States must safeguard trafficked people from further exploitation and suffering and provide them with proper physical and psychological treatment. Such protection and care shall not be conditional on the trafficked person's ability or desire to cooperate in legal proceedings.

It is necessary to design and implement a regular monitoring and auditing procedure for government-run and sponsored shelters in order to assure proper care and to rapidly allocate funding to shelters that meet official care criteria.

When dealing with victims, law enforcement and non-governmental organisations must collaborate. In general, law enforcement authorities are unprepared to provide the resources that victims require, such as shelter and medical and psychological care. NGOs must assist victims by keeping them secure and providing therapy services.

Collaboration between non-governmental organisations and other civil society organisations in countries of origin, transit, and destination is encouraged and facilitated. This is especially crucial in order to provide support and help to trafficked individuals who are deported.

To address the issue of language and cultural barrier, having an efficient interpreter or translator is the key to communicate with foreign national, who can interview the victims. And also, making effective provision for trafficked persons to be given legal information and assistance in a language they understand.

Training should be provided to officials involved in the investigation, prosecution and adjudication of trafficking cases and also to specialist front-line law enforcement officials, prosecutors and judges.

Training should seek to sensitize participants to the needs of trafficked persons, in particular those of women and children.

Training should strive to improve criminal justice authorities' ability to protect victims and respect and advocate their rights.

Training should promote collaboration between criminal justice agencies and nonprofit organisations, particularly those that assist victims of human trafficking.

The involvement of relevant non-governmental organisations in such training should be considered as a means of boosting its relevance and efficacy.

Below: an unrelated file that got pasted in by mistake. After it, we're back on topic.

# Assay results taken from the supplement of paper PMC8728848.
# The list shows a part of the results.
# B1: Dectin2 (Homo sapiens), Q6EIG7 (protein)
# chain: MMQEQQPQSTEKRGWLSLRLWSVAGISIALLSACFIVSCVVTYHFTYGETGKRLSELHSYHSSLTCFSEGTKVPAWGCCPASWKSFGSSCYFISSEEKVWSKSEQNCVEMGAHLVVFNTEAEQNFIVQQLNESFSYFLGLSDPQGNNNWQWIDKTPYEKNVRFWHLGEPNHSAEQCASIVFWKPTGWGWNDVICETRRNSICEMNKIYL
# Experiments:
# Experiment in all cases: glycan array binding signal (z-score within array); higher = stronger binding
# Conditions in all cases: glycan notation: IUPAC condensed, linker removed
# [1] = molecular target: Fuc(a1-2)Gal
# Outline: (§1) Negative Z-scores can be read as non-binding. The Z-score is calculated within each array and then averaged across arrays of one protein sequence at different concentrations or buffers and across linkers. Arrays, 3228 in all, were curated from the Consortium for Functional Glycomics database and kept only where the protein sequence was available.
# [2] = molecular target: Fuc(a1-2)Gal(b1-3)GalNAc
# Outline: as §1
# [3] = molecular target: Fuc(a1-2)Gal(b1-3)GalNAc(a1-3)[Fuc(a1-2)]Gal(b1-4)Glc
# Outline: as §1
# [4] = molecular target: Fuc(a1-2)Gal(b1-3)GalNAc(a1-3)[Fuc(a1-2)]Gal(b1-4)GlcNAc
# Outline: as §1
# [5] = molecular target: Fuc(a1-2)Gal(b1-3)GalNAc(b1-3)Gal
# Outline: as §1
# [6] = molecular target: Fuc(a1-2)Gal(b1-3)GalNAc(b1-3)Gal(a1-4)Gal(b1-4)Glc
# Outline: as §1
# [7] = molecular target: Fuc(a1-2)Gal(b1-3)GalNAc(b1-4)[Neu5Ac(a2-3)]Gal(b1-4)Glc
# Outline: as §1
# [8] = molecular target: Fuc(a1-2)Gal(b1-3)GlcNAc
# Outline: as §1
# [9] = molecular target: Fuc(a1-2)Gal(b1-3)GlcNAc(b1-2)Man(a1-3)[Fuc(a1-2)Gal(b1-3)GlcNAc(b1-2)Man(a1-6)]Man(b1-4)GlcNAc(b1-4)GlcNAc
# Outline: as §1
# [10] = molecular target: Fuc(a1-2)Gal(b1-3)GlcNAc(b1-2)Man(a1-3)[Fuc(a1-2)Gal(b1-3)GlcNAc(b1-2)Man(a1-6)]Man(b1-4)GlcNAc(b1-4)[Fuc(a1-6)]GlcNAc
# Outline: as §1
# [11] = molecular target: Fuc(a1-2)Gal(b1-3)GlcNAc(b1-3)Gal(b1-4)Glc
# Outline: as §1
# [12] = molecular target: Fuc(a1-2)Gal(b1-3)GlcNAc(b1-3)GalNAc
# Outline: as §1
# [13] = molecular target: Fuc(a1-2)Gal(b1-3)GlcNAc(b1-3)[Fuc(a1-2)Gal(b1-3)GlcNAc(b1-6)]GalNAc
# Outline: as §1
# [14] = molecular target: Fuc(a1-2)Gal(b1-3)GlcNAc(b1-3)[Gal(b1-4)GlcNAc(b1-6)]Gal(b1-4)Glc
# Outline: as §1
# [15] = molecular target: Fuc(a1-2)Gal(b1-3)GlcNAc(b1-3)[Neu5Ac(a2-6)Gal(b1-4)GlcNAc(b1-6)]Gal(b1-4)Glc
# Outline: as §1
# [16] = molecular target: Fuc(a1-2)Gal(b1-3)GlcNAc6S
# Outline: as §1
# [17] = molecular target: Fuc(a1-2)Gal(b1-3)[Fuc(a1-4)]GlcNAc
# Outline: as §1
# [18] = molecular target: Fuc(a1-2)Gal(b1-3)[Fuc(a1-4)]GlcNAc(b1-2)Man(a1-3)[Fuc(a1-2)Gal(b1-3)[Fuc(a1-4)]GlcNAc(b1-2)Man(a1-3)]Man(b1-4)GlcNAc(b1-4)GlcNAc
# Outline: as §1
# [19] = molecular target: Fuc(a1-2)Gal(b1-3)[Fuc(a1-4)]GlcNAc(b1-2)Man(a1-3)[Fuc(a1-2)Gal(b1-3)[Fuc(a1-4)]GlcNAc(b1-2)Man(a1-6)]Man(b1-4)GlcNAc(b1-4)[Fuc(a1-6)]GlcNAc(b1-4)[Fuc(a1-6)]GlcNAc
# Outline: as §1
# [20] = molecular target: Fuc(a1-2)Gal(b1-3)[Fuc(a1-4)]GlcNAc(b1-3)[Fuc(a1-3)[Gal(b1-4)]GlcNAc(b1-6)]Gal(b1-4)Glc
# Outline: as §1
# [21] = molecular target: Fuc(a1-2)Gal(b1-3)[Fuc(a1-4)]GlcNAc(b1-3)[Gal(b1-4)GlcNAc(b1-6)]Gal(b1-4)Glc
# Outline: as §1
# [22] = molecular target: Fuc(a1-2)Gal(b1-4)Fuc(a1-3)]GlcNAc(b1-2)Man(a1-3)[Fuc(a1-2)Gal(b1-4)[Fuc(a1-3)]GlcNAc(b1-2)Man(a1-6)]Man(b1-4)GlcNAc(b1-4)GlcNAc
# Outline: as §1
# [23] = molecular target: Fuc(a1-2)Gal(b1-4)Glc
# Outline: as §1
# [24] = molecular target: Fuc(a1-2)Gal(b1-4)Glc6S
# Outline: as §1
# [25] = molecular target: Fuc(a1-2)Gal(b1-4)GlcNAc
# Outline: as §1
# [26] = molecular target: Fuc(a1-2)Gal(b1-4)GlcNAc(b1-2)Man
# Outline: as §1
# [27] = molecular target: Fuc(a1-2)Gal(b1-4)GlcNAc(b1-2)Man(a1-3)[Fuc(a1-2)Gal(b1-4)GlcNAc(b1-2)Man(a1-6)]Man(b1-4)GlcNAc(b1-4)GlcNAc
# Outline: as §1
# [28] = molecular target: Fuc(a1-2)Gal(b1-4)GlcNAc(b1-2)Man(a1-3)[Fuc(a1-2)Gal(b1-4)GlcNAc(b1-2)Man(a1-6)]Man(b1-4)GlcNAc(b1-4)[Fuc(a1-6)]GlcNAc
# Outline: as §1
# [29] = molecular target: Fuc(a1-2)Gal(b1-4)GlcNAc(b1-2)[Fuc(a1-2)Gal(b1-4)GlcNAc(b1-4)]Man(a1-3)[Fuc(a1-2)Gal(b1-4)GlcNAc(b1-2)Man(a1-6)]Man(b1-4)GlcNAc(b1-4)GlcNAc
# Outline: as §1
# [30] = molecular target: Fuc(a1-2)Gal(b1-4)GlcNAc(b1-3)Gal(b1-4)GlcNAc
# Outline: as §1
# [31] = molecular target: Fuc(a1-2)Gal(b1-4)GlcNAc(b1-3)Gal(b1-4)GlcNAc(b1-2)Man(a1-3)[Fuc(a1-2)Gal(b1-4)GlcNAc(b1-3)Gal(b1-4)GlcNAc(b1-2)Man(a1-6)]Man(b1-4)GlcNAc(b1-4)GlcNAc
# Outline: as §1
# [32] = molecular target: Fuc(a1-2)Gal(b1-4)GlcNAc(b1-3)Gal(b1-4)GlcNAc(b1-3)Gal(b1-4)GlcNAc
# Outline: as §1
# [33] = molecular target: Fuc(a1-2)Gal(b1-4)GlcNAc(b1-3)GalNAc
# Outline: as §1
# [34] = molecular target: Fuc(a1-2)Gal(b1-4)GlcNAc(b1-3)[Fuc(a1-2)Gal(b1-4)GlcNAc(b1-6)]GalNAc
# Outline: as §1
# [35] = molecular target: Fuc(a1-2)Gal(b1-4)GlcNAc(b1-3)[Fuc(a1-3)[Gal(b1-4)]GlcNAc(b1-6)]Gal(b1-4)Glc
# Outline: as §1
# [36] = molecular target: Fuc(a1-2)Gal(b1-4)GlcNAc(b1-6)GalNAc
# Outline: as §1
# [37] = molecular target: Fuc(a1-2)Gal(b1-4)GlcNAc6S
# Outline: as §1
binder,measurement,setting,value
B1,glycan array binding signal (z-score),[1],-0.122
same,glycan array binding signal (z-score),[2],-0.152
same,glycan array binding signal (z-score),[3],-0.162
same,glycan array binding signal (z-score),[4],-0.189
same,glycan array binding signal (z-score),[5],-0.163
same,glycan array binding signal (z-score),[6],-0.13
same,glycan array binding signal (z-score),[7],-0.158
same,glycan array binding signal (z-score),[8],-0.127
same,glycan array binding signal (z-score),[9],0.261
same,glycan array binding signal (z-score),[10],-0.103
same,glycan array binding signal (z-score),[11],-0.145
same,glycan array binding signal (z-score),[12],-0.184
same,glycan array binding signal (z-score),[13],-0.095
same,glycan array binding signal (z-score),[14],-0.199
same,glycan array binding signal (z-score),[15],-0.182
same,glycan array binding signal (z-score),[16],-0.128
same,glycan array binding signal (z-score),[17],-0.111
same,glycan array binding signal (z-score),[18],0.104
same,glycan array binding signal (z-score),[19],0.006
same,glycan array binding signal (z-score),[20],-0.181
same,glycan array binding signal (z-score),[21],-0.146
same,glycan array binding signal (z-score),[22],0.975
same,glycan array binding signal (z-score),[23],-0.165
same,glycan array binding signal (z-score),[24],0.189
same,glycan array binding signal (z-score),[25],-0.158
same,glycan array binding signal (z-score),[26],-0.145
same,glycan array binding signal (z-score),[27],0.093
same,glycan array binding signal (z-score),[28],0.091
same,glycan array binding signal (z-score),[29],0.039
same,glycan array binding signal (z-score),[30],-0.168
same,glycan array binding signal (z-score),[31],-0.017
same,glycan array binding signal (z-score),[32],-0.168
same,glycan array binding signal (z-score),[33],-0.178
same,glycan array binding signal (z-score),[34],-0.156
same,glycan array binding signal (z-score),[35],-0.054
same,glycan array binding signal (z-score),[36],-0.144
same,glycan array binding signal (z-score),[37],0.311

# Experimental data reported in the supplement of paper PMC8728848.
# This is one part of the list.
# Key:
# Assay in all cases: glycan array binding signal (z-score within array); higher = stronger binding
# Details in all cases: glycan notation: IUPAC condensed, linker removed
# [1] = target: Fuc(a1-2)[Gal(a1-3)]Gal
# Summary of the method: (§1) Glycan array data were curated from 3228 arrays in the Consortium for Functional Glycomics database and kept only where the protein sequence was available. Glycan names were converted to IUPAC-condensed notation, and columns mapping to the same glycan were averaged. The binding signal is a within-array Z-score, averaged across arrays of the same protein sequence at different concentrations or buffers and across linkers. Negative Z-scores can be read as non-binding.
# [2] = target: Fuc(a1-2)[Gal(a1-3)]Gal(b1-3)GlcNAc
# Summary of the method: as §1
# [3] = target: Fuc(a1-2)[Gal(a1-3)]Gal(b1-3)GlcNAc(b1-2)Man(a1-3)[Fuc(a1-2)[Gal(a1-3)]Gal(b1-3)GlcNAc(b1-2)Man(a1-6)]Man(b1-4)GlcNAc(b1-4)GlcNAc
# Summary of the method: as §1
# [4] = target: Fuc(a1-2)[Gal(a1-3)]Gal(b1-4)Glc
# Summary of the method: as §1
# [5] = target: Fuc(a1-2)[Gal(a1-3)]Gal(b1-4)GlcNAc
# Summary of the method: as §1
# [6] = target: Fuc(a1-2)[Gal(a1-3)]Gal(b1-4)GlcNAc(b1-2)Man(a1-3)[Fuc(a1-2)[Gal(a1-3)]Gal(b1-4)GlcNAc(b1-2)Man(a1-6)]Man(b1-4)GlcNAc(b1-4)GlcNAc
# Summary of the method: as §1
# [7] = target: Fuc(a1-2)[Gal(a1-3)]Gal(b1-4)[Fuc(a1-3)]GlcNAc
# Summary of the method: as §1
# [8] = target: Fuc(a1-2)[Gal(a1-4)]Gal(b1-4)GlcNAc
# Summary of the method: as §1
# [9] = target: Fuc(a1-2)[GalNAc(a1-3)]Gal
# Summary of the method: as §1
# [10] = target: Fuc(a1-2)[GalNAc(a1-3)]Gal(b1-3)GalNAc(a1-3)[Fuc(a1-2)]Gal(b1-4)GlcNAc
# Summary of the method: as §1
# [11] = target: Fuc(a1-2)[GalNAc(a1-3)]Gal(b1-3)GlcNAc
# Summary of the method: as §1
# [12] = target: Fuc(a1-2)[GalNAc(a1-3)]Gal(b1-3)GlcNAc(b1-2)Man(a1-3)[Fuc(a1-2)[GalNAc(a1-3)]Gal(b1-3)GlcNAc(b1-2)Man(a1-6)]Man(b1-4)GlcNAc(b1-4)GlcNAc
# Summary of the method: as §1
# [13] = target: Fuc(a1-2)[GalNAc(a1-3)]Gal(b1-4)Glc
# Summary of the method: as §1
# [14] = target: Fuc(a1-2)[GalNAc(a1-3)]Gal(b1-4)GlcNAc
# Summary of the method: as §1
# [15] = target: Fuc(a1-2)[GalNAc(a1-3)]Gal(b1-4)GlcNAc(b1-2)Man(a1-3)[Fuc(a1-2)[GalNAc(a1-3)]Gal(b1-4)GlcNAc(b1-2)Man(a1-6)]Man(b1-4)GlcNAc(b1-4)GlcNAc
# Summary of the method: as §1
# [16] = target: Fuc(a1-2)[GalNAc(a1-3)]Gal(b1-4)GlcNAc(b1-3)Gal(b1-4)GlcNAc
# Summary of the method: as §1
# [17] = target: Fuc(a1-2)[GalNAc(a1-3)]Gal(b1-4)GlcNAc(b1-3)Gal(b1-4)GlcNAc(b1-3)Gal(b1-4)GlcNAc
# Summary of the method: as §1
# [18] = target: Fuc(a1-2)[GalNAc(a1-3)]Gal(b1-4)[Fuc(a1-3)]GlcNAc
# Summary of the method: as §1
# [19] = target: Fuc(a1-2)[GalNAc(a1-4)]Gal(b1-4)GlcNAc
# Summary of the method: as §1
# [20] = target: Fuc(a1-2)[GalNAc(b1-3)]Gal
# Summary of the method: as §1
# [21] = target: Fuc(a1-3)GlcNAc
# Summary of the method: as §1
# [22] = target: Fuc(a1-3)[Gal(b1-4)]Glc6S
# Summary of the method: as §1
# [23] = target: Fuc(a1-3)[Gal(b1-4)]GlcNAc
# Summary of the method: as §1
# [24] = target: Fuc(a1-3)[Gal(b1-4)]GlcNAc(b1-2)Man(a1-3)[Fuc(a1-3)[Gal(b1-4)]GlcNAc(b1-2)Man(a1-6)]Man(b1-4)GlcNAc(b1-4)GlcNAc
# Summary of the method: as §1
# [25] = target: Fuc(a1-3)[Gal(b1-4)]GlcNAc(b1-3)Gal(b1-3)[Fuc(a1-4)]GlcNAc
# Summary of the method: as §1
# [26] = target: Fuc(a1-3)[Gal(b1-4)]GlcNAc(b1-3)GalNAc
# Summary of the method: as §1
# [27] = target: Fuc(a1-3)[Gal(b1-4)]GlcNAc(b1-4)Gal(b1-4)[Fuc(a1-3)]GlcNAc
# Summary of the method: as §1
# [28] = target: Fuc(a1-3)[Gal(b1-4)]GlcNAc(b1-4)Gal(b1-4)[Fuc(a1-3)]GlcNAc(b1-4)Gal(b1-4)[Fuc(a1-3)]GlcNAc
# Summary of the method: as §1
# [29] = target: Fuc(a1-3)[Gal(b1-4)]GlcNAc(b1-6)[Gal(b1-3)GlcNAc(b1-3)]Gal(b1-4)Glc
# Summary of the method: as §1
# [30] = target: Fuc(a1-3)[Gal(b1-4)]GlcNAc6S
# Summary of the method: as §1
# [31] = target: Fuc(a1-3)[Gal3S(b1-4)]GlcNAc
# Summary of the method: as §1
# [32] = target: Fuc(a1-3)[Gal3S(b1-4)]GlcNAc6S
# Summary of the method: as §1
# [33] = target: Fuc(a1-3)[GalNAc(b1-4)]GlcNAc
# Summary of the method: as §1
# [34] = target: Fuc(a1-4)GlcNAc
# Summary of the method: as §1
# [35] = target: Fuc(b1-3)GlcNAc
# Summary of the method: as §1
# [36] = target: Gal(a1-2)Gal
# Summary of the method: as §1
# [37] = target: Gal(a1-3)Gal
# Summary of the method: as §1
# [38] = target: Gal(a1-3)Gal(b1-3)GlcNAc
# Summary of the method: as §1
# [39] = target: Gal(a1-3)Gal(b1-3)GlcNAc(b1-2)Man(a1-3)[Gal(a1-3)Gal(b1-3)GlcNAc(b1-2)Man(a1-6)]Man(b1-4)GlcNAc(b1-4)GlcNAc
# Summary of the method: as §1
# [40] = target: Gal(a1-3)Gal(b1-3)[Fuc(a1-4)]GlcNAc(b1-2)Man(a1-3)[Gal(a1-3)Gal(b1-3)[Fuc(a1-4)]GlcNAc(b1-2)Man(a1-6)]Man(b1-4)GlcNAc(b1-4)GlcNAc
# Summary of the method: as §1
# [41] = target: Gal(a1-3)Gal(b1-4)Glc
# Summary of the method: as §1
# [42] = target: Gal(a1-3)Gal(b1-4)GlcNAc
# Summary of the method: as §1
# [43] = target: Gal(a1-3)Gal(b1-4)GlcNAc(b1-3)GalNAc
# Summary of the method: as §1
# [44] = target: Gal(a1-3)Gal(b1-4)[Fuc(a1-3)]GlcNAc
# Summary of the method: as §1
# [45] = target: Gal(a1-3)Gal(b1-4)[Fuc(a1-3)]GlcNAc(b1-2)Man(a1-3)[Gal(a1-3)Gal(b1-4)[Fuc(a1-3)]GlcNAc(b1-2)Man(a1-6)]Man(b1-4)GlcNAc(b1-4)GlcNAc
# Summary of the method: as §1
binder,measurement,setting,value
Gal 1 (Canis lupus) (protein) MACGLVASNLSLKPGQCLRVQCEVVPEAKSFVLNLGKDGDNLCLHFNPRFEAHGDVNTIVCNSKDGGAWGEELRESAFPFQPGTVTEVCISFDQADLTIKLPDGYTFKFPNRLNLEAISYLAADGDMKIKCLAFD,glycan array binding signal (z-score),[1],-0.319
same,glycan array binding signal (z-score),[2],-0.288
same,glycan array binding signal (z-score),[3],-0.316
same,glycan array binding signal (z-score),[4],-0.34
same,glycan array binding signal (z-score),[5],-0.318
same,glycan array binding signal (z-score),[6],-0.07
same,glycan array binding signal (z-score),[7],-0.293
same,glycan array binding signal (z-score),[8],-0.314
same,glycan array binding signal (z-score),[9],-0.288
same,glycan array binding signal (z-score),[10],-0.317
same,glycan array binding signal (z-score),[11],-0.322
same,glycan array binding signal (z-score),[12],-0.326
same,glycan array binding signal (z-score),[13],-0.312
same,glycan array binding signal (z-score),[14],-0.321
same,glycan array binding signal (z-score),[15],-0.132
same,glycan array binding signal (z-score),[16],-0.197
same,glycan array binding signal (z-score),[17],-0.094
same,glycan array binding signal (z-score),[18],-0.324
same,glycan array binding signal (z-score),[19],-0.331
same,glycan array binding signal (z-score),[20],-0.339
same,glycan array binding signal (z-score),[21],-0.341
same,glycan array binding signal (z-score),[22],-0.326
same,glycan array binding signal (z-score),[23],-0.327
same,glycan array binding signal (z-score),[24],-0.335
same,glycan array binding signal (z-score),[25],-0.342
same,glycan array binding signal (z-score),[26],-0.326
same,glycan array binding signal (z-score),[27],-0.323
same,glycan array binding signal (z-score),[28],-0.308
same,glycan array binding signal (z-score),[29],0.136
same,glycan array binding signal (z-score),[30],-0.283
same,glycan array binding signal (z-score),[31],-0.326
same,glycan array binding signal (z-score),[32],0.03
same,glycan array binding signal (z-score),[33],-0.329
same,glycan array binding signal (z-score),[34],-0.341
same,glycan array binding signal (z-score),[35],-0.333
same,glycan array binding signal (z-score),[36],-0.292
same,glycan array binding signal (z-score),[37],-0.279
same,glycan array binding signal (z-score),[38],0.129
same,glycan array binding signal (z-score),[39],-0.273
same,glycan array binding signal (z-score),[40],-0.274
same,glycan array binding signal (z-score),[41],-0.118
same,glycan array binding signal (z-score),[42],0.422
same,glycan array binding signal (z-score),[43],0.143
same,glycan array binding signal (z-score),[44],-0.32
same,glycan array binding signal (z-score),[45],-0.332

The quality of training should be evaluated. Following training, trainee performance should be observed, and the training impact should be evaluated.

Providing required investigative capabilities and tactics to law enforcement authorities to enable successful investigation and prosecution of suspected traffickers. States should encourage and support the development of proactive investigative processes that avoid relying too heavily on victim testimony.

There will always be challenges and loopholes in every area; each case is unique and needs to be handled accordingly. There is a need for an efficient legal framework and specialized agencies to deal with trafficking cases only. Given the trauma associated with human trafficking, the victims are less likely to cooperate with the authorities. Another reason why victims are reluctant to cooperate is due to the fear of retaliation by their trafficker, fear of deportation, or victim distrust of police.

In cases that go for trial, victims are often faced with the difficult duty of testifying against their traffickers. Law enforcement agents dealing with such cases need to be trained as to how to interview the victim and build trust, in order to make them cooperate with the authorities.

Finally, it is critical to recognise that effective victim-witness support inevitably necessitates strong and fruitful collaboration between criminal justice and victim support institutions. In general, police and prosecutors lack the resources to provide the kind of assistance that a trafficked individual needed. In other cases, criminal justice authorities' embrace of that duty will be directly counter-productive.

A number of legal and policy instruments have stated that criminal justice agencies dealing with trafficking should collaborate closely with victim support agencies, including non-governmental organisations, to ensure that victims' rights are respected and that they receive appropriate protection and support.

  1. Legislative Guide, Part 2.
  2. Palermo Protocol
  3. The European Convention of Trafficking
  4. Trafficking principles and guidelines
  5. Trafficking protocol
  6. United Nations Convention on Organised crimes
  1. The European Convention on trafficking
  2. Article 28, European Trafficking Convention; Article 24, Organised Crime Convention
  3. Article 8 (2), Trafficking Protocol
  4. Legislative guide, part 2, para. 65(b)